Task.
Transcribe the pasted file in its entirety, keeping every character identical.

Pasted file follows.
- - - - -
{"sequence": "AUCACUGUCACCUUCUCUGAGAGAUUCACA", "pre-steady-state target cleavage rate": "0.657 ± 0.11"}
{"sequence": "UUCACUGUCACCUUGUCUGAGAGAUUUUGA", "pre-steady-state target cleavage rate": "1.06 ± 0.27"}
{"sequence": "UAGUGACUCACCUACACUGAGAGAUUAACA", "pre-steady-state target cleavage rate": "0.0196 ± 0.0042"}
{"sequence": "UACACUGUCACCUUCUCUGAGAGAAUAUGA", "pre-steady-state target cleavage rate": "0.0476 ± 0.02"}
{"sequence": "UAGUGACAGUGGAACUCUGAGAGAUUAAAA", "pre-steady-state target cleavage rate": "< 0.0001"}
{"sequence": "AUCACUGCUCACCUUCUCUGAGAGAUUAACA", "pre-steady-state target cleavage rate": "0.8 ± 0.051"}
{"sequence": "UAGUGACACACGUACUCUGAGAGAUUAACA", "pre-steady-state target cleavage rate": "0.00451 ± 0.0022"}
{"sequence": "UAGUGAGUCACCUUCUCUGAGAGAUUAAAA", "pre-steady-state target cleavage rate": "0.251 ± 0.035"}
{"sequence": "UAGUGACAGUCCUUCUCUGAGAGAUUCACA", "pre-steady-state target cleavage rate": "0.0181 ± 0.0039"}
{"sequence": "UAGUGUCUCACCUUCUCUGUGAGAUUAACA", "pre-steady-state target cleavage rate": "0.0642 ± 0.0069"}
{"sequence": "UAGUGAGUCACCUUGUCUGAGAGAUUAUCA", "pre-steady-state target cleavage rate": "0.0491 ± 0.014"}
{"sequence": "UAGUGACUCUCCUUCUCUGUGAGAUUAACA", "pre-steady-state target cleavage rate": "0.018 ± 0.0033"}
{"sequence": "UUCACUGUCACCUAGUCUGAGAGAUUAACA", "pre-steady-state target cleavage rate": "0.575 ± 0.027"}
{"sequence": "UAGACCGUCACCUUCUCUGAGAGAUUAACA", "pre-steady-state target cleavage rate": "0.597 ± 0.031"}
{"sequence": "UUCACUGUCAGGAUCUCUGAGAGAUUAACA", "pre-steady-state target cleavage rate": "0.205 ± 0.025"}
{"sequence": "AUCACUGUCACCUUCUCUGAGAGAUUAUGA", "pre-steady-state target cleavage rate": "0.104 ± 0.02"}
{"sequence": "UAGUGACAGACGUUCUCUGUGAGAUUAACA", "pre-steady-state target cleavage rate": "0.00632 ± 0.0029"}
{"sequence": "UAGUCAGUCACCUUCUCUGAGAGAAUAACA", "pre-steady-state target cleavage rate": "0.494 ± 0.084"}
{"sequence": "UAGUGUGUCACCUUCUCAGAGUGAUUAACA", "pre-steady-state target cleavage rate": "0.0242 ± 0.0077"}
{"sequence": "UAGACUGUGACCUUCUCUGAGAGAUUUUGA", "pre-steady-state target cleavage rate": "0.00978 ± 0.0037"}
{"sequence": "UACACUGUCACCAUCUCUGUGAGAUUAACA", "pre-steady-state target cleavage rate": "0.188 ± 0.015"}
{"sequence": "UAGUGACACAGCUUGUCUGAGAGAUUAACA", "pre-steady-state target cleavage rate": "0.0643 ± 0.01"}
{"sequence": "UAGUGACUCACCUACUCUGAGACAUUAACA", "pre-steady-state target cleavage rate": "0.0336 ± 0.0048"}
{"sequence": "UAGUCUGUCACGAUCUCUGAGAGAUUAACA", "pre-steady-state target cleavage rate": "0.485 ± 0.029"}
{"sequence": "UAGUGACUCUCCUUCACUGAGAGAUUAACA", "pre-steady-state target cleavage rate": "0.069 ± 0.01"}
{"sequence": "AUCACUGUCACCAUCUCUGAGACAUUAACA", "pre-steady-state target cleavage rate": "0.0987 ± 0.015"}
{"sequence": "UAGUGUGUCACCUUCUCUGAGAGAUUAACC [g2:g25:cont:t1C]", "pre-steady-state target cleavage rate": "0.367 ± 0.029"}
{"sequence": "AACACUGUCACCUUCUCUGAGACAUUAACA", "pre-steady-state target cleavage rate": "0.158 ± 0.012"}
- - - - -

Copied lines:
{"sequence": "AUCACUGUCACCUUCUCUGAGAGAUUCACA", "pre-steady-state target cleavage rate": "0.657 ± 0.11"}
{"sequence": "UUCACUGUCACCUUGUCUGAGAGAUUUUGA", "pre-steady-state target cleavage rate": "1.06 ± 0.27"}
{"sequence": "UAGUGACUCACCUACACUGAGAGAUUAACA", "pre-steady-state target cleavage rate": "0.0196 ± 0.0042"}
{"sequence": "UACACUGUCACCUUCUCUGAGAGAAUAUGA", "pre-steady-state target cleavage rate": "0.0476 ± 0.02"}
{"sequence": "UAGUGACAGUGGAACUCUGAGAGAUUAAAA", "pre-steady-state target cleavage rate": "< 0.0001"}
{"sequence": "AUCACUGCUCACCUUCUCUGAGAGAUUAACA", "pre-steady-state target cleavage rate": "0.8 ± 0.051"}
{"sequence": "UAGUGACACACGUACUCUGAGAGAUUAACA", "pre-steady-state target cleavage rate": "0.00451 ± 0.0022"}
{"sequence": "UAGUGAGUCACCUUCUCUGAGAGAUUAAAA", "pre-steady-state target cleavage rate": "0.251 ± 0.035"}
{"sequence": "UAGUGACAGUCCUUCUCUGAGAGAUUCACA", "pre-steady-state target cleavage rate": "0.0181 ± 0.0039"}
{"sequence": "UAGUGUCUCACCUUCUCUGUGAGAUUAACA", "pre-steady-state target cleavage rate": "0.0642 ± 0.0069"}
{"sequence": "UAGUGAGUCACCUUGUCUGAGAGAUUAUCA", "pre-steady-state target cleavage rate": "0.0491 ± 0.014"}
{"sequence": "UAGUGACUCUCCUUCUCUGUGAGAUUAACA", "pre-steady-state target cleavage rate": "0.018 ± 0.0033"}
{"sequence": "UUCACUGUCACCUAGUCUGAGAGAUUAACA", "pre-steady-state target cleavage rate": "0.575 ± 0.027"}
{"sequence": "UAGACCGUCACCUUCUCUGAGAGAUUAACA", "pre-steady-state target cleavage rate": "0.597 ± 0.031"}
{"sequence": "UUCACUGUCAGGAUCUCUGAGAGAUUAACA", "pre-steady-state target cleavage rate": "0.205 ± 0.025"}
{"sequence": "AUCACUGUCACCUUCUCUGAGAGAUUAUGA", "pre-steady-state target cleavage rate": "0.104 ± 0.02"}
{"sequence": "UAGUGACAGACGUUCUCUGUGAGAUUAACA", "pre-steady-state target cleavage rate": "0.00632 ± 0.0029"}
{"sequence": "UAGUCAGUCACCUUCUCUGAGAGAAUAACA", "pre-steady-state target cleavage rate": "0.494 ± 0.084"}
{"sequence": "UAGUGUGUCACCUUCUCAGAGUGAUUAACA", "pre-steady-state target cleavage rate": "0.0242 ± 0.0077"}
{"sequence": "UAGACUGUGACCUUCUCUGAGAGAUUUUGA", "pre-steady-state target cleavage rate": "0.00978 ± 0.0037"}
{"sequence": "UACACUGUCACCAUCUCUGUGAGAUUAACA", "pre-steady-state target cleavage rate": "0.188 ± 0.015"}
{"sequence": "UAGUGACACAGCUUGUCUGAGAGAUUAACA", "pre-steady-state target cleavage rate": "0.0643 ± 0.01"}
{"sequence": "UAGUGACUCACCUACUCUGAGACAUUAACA", "pre-steady-state target cleavage rate": "0.0336 ± 0.0048"}
{"sequence": "UAGUCUGUCACGAUCUCUGAGAGAUUAACA", "pre-steady-state target cleavage rate": "0.485 ± 0.029"}
{"sequence": "UAGUGACUCUCCUUCACUGAGAGAUUAACA", "pre-steady-state target cleavage rate": "0.069 ± 0.01"}
{"sequence": "AUCACUGUCACCAUCUCUGAGACAUUAACA", "pre-steady-state target cleavage rate": "0.0987 ± 0.015"}
{"sequence": "UAGUGUGUCACCUUCUCUGAGAGAUUAACC [g2:g25:cont:t1C]", "pre-steady-state target cleavage rate": "0.367 ± 0.029"}
{"sequence": "AACACUGUCACCUUCUCUGAGACAUUAACA", "pre-steady-state target cleavage rate": "0.158 ± 0.012"}